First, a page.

In Wardley Mapping, if you want to go fast, you go alone. But if you want to go far — and build all that good “shared understanding” stuff we hear about — you need friends. You need to map with others!

Now, there’s nothing wrong with mapping alone (see Nobody Cares About Your Precious Framework). But at the same time, there are serious advantages to involving a group. More perspectives in the mix means catching things you’d otherwise miss. Mapping together builds consensus and buy-in. And that’s before you consider the value of possessing the shared language needed to hold semantically dense, nuanced conversations. 

And generally, you had better get used to mapping with others before the validity of your individual assumptions becomes the limiting factor on decision quality. (Spoiler alert: That will happen sooner than you think.)

Doing Wardley Mapping in a group, however, is HARD.

First, there’s a legitimacy problem. “Is Wardley Mapping the right tool for us? And is all this hard work really worth it?” The benefits are not always clear to the casual observer, so you have to win people over by influence and proof-of-value.

Second is the literacy problem. “How does it work? What does this or that term mean? How do we choose what goes in the map?” And so on. Time and experience are the best remedies here, but that can be helped along by addressing the third problem… effective facilitation.

Facilitation is not an easy thing, especially online facilitation. You can wing it, you can get super strict, or you do something else altogether. Let’s see what’s possible…

Wing It

I am a big fan of winging it. It’s messy, and that’s okay! Just get folks into a (virtual) room with some sticky notes (for example, in Miro) and follow Simon’s instructions in Chapter 2 of his book. Start with users, and work your way through user needs, capabilities, relationships, and evolution. 

Simon’s tables, being helpful provocations for the process, are good to have as reference material, and if you can arrange for the Cheat Sheet (Figure 17 in the book) to be visible a lot of the time, that’s particularly helpful.

This approach works well in pairs and small groups, especially when you come prepared with the reference materials to ease the process. But as you start to deal with larger groups, this gets more and more difficult to manage well. Discussion, disagreement, and issues of understanding can easily start to crowd out the actual process, leaving parts of the room disengaged or confused. Instead of getting bogged down in those consensus moments, you might make a habit of noting disagreement and moving on, since that can help save the momentum. But that is an imperfect solution.

Get Strict

An alternative extreme to winging it is to embrace strict consensus on every step of the Wardley Mapping process. It might look something like this:

  1. Agree (negotiate) on one user.
  2. Agree (negotiate) on one need which that user has.
  3. Agree (negotiate) on one capability required to fulfill that user’s need.
  4. Agree (negotiate) on how evolved that capability is.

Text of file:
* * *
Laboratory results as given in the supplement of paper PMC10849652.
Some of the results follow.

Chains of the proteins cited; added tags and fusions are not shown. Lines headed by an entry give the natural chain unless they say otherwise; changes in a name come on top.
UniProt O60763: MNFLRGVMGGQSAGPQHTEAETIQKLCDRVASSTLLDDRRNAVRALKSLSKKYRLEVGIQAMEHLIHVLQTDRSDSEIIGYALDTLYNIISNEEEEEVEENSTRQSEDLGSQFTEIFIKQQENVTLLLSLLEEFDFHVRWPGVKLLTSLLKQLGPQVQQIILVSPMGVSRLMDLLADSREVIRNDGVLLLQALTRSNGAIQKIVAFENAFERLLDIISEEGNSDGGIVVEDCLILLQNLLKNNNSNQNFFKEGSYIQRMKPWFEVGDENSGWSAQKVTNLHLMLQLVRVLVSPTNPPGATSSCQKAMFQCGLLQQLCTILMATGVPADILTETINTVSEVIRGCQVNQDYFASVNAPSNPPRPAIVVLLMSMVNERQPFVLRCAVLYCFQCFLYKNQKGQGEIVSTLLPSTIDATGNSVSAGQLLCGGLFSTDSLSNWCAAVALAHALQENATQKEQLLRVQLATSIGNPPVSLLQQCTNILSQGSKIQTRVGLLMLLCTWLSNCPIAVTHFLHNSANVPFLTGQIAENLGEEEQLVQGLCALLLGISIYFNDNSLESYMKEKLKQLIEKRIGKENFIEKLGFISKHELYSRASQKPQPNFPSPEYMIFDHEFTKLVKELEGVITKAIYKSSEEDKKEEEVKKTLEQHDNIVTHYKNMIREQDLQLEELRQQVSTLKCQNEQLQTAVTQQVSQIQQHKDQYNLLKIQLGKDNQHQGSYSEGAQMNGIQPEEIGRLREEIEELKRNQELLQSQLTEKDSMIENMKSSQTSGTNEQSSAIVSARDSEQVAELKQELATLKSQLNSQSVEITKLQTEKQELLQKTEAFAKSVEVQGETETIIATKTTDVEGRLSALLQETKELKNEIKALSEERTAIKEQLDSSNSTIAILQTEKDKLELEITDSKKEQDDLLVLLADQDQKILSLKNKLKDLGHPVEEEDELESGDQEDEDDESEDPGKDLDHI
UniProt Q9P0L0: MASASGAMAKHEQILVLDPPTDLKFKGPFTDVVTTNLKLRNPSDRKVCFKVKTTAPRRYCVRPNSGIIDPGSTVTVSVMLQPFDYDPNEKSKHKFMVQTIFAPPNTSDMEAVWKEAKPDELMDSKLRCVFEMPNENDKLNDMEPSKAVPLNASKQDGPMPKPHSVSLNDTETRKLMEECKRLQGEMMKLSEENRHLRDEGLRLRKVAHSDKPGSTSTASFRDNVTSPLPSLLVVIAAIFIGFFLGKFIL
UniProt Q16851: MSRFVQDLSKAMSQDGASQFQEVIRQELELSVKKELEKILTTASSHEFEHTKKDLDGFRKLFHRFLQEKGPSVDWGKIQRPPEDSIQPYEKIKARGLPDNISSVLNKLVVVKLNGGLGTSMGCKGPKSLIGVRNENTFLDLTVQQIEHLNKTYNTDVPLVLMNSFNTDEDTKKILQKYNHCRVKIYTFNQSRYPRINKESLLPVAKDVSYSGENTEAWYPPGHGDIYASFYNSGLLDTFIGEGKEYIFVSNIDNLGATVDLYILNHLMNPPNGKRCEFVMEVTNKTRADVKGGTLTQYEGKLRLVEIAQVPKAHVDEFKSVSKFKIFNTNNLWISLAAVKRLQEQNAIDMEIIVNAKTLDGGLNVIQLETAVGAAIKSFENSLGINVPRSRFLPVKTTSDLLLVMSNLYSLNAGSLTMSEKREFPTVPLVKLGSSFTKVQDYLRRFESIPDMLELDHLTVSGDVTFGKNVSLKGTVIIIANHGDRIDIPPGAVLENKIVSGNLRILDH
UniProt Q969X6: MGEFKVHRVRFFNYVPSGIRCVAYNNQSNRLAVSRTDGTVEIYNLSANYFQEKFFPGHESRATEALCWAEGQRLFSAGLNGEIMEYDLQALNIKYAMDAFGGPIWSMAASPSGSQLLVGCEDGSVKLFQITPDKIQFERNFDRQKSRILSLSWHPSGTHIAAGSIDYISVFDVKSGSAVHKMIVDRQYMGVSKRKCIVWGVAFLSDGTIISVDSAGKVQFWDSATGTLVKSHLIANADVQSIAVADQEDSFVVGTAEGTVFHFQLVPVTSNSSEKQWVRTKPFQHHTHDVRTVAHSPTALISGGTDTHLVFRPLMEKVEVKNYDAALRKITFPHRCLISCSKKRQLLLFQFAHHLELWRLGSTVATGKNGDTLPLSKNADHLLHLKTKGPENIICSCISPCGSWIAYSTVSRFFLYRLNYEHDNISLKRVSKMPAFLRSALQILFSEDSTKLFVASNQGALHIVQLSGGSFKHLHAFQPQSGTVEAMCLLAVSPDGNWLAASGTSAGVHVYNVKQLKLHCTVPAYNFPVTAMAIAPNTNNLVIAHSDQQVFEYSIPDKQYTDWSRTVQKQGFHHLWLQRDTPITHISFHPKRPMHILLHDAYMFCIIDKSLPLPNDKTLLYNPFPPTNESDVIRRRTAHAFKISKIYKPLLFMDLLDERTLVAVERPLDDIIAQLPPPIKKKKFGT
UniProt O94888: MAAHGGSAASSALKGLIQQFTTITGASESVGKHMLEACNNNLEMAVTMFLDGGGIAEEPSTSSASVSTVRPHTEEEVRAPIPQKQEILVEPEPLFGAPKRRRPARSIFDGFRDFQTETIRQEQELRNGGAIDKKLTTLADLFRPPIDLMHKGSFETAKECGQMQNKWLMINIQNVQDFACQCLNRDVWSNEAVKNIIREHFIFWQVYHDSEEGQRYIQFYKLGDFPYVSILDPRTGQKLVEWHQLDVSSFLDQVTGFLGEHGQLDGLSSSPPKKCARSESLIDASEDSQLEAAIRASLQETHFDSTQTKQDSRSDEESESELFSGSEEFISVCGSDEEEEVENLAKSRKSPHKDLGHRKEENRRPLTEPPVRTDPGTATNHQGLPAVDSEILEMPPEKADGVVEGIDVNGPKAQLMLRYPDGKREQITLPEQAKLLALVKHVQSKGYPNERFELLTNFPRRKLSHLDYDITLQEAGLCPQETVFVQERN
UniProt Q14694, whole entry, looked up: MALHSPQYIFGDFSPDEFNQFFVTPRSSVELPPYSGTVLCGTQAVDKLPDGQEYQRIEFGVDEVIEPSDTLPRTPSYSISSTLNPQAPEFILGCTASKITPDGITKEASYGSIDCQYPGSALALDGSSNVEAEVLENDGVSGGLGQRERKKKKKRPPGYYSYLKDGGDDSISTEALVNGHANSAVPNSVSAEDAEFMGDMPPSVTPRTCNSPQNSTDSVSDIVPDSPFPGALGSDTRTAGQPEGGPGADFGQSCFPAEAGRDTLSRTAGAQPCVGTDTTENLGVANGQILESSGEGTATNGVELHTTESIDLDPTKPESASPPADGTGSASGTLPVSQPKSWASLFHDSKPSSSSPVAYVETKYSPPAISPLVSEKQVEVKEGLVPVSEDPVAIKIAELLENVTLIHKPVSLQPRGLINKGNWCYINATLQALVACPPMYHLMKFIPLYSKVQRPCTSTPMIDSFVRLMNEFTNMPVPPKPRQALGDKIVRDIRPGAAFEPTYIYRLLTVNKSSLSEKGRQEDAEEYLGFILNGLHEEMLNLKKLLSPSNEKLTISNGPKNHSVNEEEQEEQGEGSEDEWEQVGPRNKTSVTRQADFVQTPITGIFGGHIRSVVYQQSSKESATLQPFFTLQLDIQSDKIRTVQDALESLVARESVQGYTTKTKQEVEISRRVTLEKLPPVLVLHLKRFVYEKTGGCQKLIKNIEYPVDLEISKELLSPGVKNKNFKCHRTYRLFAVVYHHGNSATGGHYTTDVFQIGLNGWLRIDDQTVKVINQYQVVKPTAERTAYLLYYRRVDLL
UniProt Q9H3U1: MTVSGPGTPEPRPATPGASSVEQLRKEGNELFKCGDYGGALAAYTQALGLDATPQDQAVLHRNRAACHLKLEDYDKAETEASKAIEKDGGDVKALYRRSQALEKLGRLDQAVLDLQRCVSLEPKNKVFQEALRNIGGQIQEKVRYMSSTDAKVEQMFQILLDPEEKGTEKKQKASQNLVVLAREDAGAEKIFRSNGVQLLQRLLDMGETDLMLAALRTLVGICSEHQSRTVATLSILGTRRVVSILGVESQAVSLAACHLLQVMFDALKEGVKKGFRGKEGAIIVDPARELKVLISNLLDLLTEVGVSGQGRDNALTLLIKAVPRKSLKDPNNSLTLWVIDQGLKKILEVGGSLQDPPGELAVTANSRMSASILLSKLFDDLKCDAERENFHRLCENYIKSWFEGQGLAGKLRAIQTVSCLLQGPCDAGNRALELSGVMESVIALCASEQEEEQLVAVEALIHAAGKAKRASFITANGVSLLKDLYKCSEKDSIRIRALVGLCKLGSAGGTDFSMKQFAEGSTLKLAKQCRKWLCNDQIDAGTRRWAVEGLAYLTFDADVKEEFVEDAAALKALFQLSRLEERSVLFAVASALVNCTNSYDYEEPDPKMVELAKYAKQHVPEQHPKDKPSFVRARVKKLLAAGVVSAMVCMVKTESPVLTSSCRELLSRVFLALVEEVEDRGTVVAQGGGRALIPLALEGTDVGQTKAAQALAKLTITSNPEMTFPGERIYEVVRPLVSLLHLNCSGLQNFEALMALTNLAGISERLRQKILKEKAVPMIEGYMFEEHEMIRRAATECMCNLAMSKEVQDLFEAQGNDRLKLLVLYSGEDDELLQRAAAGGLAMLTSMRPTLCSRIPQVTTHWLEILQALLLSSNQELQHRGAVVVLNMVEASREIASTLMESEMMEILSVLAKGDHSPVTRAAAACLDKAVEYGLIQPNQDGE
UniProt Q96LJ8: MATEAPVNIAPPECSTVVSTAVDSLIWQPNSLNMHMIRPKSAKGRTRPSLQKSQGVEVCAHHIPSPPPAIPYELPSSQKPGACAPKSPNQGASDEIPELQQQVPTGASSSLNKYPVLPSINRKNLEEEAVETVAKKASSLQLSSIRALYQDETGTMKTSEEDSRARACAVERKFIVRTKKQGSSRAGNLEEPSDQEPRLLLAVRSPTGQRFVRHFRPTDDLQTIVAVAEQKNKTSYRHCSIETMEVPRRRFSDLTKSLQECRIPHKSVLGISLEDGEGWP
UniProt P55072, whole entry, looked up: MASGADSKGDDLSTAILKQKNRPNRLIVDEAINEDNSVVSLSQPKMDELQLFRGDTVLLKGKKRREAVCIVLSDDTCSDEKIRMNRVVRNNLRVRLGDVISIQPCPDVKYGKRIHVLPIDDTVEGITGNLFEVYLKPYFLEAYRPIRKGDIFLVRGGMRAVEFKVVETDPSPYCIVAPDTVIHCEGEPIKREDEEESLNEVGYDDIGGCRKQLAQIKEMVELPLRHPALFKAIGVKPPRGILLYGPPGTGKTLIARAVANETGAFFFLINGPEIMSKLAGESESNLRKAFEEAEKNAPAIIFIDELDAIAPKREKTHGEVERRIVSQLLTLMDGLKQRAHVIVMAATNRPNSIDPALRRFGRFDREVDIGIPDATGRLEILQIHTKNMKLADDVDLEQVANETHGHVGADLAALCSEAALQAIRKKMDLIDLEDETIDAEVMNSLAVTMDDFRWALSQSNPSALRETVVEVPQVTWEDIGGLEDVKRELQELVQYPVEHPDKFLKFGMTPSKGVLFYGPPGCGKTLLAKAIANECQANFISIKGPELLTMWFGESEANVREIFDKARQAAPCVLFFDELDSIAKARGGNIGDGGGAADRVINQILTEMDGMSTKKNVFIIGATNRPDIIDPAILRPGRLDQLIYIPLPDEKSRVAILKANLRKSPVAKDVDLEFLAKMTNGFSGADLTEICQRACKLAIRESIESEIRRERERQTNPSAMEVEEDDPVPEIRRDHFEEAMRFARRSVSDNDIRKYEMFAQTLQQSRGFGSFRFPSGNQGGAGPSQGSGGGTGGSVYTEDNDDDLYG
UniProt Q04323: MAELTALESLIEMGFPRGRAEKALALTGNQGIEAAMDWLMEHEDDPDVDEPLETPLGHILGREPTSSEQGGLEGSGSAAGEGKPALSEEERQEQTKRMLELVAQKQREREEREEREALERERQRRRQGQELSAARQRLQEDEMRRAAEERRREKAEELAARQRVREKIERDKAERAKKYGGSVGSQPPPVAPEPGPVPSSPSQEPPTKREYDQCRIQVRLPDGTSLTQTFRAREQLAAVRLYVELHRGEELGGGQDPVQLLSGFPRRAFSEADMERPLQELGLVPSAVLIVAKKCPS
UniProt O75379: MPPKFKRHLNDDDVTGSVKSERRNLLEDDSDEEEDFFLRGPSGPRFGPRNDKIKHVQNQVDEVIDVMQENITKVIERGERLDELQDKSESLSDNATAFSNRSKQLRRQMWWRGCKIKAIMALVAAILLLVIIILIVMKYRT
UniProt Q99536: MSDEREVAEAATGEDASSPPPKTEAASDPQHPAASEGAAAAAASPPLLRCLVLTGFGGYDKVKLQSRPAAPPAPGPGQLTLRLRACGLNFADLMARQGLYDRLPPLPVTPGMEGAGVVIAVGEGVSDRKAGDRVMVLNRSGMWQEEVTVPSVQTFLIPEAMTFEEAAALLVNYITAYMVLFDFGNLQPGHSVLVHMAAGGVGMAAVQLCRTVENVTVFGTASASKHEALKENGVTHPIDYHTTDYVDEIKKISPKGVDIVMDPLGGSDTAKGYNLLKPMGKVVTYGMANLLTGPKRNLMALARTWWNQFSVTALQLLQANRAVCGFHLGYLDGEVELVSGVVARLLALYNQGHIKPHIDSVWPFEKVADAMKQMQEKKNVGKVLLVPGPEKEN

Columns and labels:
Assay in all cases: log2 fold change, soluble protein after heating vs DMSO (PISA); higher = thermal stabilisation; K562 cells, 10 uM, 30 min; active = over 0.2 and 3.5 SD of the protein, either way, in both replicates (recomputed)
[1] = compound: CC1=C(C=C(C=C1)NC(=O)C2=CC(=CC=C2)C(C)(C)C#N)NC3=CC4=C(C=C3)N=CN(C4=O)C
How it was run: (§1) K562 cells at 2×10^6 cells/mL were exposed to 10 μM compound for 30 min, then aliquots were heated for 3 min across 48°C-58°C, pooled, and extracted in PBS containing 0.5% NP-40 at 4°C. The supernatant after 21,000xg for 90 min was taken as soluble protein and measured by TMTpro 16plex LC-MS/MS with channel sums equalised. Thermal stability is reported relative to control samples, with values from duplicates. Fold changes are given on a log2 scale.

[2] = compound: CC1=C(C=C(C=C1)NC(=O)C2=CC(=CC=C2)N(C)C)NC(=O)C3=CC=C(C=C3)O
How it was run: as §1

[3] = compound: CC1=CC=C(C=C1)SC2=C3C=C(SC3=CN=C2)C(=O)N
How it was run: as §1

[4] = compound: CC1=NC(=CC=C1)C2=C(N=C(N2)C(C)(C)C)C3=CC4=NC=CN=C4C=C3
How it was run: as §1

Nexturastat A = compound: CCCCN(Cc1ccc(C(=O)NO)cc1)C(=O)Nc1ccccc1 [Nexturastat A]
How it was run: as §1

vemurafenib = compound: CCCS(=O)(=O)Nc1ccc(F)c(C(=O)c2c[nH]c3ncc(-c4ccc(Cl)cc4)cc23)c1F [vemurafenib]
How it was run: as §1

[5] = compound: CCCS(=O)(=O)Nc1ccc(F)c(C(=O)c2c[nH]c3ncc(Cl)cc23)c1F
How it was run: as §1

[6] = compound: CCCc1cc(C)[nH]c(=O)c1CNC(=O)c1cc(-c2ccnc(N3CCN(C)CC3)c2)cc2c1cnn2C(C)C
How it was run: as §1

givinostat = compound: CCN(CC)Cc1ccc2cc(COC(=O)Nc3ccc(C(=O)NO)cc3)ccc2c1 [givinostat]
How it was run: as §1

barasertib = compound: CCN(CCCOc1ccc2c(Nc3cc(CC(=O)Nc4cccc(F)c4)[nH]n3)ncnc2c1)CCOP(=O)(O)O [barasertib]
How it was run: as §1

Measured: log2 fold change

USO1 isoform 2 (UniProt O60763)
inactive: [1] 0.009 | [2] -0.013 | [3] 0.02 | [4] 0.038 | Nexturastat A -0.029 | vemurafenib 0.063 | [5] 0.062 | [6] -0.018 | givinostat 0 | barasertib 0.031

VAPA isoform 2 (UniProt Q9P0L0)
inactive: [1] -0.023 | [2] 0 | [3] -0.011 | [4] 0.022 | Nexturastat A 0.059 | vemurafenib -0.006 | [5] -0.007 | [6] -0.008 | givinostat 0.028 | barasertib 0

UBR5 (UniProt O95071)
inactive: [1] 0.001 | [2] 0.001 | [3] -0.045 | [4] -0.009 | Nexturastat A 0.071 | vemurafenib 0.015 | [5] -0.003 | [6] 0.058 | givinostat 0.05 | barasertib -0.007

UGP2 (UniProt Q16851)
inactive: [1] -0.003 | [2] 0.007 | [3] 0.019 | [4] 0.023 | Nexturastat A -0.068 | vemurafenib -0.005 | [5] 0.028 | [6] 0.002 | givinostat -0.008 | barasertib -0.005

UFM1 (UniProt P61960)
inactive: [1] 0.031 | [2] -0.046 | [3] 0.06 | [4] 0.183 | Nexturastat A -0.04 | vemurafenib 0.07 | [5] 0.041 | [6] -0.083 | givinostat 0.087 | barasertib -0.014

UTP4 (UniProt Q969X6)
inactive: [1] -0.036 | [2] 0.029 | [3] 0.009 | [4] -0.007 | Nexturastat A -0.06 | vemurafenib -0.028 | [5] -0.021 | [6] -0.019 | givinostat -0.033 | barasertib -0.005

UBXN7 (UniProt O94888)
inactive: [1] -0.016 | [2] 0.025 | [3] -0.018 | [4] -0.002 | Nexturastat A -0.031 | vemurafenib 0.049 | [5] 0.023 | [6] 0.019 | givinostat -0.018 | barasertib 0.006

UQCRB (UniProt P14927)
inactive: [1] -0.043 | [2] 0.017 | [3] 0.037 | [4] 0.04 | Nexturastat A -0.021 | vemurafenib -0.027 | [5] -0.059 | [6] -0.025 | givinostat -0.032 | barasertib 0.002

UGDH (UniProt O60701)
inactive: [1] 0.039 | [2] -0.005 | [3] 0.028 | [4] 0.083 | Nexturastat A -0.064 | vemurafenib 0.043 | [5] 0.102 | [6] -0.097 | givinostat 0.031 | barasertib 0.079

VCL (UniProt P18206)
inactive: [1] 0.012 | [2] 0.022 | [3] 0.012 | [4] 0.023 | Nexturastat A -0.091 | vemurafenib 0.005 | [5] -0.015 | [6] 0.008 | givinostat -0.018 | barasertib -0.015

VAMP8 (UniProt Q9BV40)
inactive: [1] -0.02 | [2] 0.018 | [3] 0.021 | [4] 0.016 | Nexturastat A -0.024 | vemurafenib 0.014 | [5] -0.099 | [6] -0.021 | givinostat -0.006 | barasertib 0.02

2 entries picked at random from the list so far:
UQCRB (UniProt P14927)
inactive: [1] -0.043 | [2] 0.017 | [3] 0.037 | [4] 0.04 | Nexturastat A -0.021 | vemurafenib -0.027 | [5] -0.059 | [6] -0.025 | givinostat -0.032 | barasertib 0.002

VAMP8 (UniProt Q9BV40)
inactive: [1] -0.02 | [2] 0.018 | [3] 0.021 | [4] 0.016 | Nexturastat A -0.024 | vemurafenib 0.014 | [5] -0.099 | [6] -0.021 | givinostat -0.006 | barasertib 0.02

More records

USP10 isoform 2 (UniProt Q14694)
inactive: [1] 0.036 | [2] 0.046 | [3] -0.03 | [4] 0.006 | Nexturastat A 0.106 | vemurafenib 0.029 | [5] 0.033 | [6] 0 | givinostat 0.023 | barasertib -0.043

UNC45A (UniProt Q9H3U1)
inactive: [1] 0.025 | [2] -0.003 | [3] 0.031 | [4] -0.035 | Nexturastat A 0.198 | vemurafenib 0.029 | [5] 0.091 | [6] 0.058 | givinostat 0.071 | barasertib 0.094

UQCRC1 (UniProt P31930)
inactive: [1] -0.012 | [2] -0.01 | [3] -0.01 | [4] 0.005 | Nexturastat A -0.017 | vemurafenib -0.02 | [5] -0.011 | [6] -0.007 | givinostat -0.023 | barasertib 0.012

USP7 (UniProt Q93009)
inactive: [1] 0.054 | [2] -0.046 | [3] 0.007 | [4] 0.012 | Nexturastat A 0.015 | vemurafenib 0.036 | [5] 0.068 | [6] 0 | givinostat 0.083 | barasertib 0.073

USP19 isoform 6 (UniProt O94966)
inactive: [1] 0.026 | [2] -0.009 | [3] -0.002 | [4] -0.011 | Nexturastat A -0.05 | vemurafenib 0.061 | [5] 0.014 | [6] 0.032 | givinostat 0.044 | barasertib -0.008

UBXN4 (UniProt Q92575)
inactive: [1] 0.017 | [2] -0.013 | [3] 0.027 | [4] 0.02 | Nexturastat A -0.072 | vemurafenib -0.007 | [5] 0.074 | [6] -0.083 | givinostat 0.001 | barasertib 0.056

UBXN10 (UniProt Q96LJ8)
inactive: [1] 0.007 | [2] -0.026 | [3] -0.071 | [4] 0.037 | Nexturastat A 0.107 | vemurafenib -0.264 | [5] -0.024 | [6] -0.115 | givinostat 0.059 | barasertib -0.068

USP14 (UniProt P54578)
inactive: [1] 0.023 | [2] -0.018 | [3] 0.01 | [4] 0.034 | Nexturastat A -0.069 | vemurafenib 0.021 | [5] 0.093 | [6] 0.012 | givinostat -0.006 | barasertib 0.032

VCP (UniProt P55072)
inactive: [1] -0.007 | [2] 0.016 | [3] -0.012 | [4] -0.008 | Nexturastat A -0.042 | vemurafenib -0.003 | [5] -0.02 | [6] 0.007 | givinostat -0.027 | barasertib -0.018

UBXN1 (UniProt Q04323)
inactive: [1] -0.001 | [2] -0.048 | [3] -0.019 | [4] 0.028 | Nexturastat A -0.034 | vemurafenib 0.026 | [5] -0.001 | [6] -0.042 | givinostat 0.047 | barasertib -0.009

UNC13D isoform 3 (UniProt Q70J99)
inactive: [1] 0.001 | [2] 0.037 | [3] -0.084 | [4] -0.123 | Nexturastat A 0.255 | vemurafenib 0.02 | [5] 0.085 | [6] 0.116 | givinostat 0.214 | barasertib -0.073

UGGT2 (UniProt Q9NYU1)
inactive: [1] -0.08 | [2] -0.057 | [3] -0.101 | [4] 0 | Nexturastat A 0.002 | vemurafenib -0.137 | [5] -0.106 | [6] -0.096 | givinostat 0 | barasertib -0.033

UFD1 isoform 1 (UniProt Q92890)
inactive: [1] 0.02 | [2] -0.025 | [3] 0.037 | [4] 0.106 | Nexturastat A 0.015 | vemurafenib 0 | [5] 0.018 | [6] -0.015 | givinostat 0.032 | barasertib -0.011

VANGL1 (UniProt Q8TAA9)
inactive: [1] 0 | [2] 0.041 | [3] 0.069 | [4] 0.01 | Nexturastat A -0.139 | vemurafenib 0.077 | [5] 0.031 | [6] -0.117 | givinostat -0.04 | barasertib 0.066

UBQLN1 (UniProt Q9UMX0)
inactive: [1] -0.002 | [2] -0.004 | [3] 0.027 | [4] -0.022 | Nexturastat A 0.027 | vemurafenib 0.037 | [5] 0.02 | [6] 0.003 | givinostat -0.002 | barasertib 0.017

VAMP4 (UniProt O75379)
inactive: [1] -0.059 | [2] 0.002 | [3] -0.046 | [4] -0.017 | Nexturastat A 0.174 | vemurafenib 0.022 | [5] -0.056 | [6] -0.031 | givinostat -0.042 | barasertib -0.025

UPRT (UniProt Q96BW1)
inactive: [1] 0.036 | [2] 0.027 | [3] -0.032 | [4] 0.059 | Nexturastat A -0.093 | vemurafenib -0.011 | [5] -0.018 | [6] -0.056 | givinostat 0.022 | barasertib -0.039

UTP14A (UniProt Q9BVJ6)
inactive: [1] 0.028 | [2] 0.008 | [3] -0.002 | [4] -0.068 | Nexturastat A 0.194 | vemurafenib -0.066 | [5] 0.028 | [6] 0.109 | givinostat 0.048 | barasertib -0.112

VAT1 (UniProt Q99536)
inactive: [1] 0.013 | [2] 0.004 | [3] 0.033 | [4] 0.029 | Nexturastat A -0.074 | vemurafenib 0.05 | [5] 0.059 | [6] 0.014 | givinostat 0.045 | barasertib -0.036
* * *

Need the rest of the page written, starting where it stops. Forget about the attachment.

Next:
5. Search the map for opportunities, using Wardley’s climate patterns, doctrinal principles, and strategic gameplays (you might use this table for inspiration).
  6. Then, expand from point 3 above to add more capabilities. Repeat as necessary.
  7. Then, expand from point 2 above to add more needs. Then expand from point 3 again. Repeat as necessary.
  8. Then, expand from point 1 above to add more users. Expand from points 2 and 3 again. Repeat as necessary.

Obviously, this is an overwhelmingly fussy process, which no group of people can reasonably be expected to follow. But you might make a light-hearted, semi-unserious attempt to follow it, skipping steps as needed. The point is to have just enough structure for the group to overcome the hurdle of getting started and start to fuel the conversation on its own.

Cross-Pollinate

I mentioned a third option distinct from winging it or going for strict, full-group consensus. This third option is about small group consensus and cross-pollination — many agreements, with differences across groups, rather than one Big Idea or one big map.

It’s pretty easy to do! Just have people make maps in small groups (Zoom breakout rooms are useful here when online), and then create a way to share and compare.

Perhaps each group can do a readout of their map to the full room. Or you might consider rotating one person from each group into another group to cross-pollinate ideas. The important thing is to create opportunities to notice and discuss differences.

This approach plays to a strength of Wardley Mapping, in that it doesn’t necessarily require complete agreement among everyone involved. The intention and the value is in surfacing the assumptions of stakeholders, many of which may never have been voiced before! Group work like this makes those noticeable, and that alone goes a long way toward shared understanding about what the organization is doing, even if those assumptions are the subject of disagreement.

There are other variations on these ideas as well. For instance, Jennifer Carlston has been exploring mob mapping (inspired by Woody Zuill’s “mob programming”):

I’ve also mashed up Wardley Mapping with Liberating Structures’ Troika consulting, to great (or at least fun) effect. We’ve hardly scratched the surface!

As with many LWM posts, the goal here isn’t to tell you what to do but to share ideas to play with. Try each of these out, mix and match, and invent your own! I hope you’ll share what you find with the rest of us. 🙂

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